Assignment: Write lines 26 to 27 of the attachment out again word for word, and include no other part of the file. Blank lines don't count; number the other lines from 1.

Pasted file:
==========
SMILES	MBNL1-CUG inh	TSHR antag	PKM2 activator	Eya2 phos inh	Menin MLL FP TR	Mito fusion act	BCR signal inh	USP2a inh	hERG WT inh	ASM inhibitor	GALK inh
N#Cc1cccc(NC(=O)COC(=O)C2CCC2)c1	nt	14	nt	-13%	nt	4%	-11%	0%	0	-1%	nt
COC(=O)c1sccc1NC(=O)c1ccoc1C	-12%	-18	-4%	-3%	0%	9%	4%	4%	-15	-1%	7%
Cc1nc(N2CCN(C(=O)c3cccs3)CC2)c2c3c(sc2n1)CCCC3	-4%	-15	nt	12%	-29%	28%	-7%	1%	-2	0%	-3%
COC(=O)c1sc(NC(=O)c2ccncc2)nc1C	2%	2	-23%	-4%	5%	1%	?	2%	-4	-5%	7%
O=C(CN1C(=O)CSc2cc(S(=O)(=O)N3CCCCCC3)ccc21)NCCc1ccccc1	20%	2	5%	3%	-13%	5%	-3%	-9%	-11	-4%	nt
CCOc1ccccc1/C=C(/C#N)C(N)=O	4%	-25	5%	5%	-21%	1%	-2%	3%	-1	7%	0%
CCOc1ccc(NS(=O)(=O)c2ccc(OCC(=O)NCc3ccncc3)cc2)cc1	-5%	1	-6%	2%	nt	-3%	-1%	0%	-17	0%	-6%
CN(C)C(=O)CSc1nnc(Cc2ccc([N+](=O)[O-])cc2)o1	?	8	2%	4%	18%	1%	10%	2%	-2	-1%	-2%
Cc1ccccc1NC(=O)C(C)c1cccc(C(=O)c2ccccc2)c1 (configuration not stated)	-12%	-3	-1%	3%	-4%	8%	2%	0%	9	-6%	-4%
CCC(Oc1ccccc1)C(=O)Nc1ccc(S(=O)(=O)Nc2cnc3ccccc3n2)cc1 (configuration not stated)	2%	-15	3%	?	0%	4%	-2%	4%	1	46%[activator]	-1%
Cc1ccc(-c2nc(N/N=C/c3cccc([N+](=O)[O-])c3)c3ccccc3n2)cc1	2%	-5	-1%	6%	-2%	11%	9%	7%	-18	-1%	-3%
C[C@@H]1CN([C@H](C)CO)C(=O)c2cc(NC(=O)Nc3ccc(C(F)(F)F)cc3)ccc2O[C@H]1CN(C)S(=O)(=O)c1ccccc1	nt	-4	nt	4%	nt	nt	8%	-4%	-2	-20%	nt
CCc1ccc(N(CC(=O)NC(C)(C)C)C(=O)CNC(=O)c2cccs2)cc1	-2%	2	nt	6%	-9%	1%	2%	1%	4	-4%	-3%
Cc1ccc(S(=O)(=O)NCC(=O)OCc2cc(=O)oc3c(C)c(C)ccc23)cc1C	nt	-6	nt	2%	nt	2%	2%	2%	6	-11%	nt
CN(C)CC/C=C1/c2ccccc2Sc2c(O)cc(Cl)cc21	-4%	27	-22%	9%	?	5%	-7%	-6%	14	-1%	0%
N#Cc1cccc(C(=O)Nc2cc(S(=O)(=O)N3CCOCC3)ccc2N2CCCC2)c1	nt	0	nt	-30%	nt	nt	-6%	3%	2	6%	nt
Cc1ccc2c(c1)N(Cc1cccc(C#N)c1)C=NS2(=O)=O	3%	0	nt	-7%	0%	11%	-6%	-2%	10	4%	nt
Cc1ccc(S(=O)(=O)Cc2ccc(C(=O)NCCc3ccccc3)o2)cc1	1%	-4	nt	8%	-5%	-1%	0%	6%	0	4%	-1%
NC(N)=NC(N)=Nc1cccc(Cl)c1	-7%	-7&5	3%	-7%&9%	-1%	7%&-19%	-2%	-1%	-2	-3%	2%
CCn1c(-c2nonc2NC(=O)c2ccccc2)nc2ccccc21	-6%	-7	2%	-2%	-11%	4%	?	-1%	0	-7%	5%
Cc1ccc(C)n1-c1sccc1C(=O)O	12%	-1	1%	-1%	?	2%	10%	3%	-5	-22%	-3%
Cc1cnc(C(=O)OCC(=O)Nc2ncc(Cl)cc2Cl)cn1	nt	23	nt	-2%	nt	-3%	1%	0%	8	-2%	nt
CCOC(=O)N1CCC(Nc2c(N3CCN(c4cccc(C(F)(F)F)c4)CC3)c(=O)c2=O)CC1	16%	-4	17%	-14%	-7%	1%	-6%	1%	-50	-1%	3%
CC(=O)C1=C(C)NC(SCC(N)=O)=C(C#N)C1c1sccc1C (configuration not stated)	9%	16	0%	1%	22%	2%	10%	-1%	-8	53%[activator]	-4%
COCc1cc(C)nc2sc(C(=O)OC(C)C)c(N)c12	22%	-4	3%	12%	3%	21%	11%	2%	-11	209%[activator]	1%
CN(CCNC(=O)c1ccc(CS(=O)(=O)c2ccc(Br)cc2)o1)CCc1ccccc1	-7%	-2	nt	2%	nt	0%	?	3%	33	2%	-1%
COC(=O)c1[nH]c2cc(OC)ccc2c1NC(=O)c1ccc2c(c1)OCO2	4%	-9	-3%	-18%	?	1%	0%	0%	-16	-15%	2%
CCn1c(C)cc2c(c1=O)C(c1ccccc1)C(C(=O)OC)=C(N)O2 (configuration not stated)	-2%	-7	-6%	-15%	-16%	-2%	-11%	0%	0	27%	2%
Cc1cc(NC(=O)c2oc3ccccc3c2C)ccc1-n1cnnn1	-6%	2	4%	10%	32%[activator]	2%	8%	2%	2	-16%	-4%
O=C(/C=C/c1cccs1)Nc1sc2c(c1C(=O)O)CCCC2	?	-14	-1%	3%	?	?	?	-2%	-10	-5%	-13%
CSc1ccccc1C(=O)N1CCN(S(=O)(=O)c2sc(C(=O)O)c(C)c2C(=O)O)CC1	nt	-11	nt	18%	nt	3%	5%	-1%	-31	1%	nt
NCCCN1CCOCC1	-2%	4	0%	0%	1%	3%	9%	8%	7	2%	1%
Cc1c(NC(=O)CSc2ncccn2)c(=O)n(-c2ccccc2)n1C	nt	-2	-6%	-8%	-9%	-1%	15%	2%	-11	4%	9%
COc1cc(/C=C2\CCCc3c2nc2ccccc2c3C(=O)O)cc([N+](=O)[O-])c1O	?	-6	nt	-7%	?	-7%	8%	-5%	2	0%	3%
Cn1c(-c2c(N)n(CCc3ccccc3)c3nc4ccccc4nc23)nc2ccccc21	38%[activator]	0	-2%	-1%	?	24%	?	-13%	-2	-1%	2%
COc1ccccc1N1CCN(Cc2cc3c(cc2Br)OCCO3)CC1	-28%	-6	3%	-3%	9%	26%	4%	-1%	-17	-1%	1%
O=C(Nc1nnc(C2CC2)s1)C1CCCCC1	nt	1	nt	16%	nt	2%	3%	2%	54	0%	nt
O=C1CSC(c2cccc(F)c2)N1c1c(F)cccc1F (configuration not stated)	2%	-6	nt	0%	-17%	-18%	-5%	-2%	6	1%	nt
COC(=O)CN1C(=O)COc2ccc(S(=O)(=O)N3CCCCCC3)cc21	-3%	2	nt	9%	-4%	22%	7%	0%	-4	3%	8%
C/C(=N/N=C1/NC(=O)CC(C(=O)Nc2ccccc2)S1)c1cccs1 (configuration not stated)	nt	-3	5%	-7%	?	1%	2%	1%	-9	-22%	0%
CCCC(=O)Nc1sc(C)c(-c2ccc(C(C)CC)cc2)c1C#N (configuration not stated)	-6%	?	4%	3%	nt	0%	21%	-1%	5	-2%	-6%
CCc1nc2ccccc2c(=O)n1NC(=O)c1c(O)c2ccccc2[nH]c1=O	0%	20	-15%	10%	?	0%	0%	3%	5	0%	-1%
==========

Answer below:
COCc1cc(C)nc2sc(C(=O)OC(C)C)c(N)c12	22%	-4	3%	12%	3%	21%	11%	2%	-11	209%[activator]	1%
CN(CCNC(=O)c1ccc(CS(=O)(=O)c2ccc(Br)cc2)o1)CCc1ccccc1	-7%	-2	nt	2%	nt	0%	?	3%	33	2%	-1%